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The Story of Horizon Pictures: Told by John Huston

In his memoirs, John Huston describes his independent venture with Sam Spiegel known as Horizon Pictures. Huston describes some of the anecdotes surrounding the formation of the company, and also explains how Spiegel’s creative financing helped get the picture The African Queen off the ground. Displeased with the economic terms, Huston later terminated his partnership with Spiegel (who continued Horizon without Huston). Unfortunately for Huston, this break up came before realizing any of the massive profits from The African Queen.

Excerpt from An Open Book by John Huston (1980)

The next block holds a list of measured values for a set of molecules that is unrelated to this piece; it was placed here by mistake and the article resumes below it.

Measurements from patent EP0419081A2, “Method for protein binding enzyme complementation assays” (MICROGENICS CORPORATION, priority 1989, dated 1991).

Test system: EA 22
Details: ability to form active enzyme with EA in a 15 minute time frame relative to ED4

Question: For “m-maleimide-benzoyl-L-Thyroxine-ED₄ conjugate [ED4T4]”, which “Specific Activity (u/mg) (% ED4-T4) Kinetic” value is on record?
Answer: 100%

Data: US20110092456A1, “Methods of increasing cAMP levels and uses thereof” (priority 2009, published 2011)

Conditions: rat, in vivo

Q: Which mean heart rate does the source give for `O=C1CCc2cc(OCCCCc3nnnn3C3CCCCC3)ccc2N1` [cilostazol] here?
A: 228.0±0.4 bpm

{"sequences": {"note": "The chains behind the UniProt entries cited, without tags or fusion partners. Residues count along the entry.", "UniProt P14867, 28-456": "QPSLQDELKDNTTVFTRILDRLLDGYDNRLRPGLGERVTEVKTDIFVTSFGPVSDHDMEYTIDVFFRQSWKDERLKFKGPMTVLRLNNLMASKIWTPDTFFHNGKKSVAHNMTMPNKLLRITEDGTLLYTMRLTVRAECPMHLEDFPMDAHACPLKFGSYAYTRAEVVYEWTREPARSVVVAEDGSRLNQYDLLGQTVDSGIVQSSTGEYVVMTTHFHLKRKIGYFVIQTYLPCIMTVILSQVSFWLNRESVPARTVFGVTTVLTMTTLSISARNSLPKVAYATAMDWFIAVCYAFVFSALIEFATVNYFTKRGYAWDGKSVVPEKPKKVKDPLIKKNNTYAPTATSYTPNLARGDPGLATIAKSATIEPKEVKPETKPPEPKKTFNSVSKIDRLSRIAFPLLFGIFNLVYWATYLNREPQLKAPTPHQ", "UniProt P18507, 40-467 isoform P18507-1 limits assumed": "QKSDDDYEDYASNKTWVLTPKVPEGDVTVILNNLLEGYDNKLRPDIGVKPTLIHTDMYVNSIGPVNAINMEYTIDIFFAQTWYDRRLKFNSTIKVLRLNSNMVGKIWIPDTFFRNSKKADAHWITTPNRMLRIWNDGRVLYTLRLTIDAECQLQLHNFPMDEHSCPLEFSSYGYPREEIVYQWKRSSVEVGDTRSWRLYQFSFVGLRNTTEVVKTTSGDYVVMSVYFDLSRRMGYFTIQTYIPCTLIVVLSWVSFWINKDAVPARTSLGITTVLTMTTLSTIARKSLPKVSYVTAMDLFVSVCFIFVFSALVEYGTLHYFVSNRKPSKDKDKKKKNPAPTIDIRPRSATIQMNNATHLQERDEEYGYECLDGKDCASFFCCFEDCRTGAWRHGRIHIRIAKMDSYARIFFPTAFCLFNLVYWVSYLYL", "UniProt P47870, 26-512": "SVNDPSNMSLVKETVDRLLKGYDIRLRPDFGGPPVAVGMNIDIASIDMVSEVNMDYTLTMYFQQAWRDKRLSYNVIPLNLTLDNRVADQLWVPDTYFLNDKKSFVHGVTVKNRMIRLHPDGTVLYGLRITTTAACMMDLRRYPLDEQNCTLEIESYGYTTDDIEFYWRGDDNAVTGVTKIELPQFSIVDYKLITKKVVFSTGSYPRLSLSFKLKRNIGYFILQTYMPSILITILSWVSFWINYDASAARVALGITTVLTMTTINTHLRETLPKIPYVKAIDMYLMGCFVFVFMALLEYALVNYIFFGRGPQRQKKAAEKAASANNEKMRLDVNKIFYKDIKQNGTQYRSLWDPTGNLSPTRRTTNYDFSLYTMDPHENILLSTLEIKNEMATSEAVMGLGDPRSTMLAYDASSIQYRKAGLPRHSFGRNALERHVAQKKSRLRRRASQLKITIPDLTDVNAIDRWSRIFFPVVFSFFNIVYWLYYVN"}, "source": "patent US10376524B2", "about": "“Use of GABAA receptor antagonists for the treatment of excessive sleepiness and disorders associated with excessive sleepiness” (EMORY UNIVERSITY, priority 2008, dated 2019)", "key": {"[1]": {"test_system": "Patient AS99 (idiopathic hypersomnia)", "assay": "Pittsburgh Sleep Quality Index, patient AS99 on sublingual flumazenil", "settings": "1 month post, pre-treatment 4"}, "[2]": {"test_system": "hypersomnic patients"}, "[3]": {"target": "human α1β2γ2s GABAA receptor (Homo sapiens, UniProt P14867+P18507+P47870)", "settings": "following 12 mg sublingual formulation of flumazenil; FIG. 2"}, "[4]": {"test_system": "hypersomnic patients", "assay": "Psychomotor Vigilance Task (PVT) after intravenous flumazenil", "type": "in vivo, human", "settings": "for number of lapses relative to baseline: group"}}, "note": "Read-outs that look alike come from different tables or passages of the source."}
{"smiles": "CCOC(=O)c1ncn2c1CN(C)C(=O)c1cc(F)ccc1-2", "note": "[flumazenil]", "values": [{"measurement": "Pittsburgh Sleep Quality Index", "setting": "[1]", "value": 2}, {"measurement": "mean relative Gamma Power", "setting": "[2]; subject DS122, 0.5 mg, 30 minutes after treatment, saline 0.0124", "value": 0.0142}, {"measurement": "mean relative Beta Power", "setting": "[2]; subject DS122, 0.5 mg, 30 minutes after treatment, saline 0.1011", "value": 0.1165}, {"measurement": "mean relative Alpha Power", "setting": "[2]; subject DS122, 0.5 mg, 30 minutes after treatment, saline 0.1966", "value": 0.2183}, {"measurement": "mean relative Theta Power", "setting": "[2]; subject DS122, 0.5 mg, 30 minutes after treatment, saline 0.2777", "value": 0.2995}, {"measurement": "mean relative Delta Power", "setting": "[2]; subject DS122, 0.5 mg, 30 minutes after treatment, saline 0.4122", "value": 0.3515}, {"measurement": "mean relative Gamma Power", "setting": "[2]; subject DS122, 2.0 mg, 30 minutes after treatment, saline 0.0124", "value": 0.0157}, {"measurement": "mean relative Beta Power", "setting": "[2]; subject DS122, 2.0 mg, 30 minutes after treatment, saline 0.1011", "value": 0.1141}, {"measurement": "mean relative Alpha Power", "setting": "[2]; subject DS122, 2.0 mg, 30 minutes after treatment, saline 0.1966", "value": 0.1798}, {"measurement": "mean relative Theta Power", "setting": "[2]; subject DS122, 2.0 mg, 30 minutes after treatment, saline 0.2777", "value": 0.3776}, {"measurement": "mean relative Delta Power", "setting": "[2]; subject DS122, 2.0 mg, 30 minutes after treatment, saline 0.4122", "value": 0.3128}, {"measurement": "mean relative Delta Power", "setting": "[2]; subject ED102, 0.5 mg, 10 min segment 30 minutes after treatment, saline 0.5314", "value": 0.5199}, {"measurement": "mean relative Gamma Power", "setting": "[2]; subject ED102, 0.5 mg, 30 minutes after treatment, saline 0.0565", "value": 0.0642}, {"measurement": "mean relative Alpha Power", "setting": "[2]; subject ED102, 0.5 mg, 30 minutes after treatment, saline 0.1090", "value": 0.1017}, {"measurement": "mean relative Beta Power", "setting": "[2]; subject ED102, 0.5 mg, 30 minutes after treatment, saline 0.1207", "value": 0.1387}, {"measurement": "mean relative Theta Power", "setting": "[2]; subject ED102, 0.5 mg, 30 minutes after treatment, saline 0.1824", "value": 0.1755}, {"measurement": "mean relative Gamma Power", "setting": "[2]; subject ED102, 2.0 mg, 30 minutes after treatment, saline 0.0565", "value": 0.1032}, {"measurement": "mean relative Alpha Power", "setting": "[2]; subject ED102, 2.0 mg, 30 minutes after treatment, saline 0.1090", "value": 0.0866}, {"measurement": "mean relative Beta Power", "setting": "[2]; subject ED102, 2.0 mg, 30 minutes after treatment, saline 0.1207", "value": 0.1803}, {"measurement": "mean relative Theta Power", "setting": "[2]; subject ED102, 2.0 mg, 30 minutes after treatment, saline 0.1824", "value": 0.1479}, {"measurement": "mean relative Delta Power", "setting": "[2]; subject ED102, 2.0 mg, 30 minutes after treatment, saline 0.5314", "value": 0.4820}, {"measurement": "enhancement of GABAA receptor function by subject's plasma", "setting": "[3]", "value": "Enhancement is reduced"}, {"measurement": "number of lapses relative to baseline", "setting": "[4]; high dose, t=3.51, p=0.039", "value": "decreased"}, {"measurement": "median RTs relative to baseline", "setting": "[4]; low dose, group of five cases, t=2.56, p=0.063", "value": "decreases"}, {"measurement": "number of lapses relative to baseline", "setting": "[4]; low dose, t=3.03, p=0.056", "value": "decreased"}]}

Chapter 14 (page 163-165)

In 1948, having completed Key Largo, I was approached by Sam Spiegel at a cocktail party with the idea that we go into partnership and start our own film company.

My contract with Warners was about to expire, and I had made up my mind not to stay there. "If you can come up with the money," I told Sam, "you've got yourself a partner." Sam negotiated a loan, and the next thing I knew we were in business as Horizon Pictures.

Sam and I were both eager to get the company going, so, hurriedly, prematurely, we decided upon We Were Strangers as our first picture. This was a long short story from a book called Rough Sketch, by Robert Sylvester. A New York columnist suggested in print that I make the story into a picture. Sam and I both saw the item, read the story and thought, "Why not? " It wasn't a very good choice, and it wasn't a very good picture.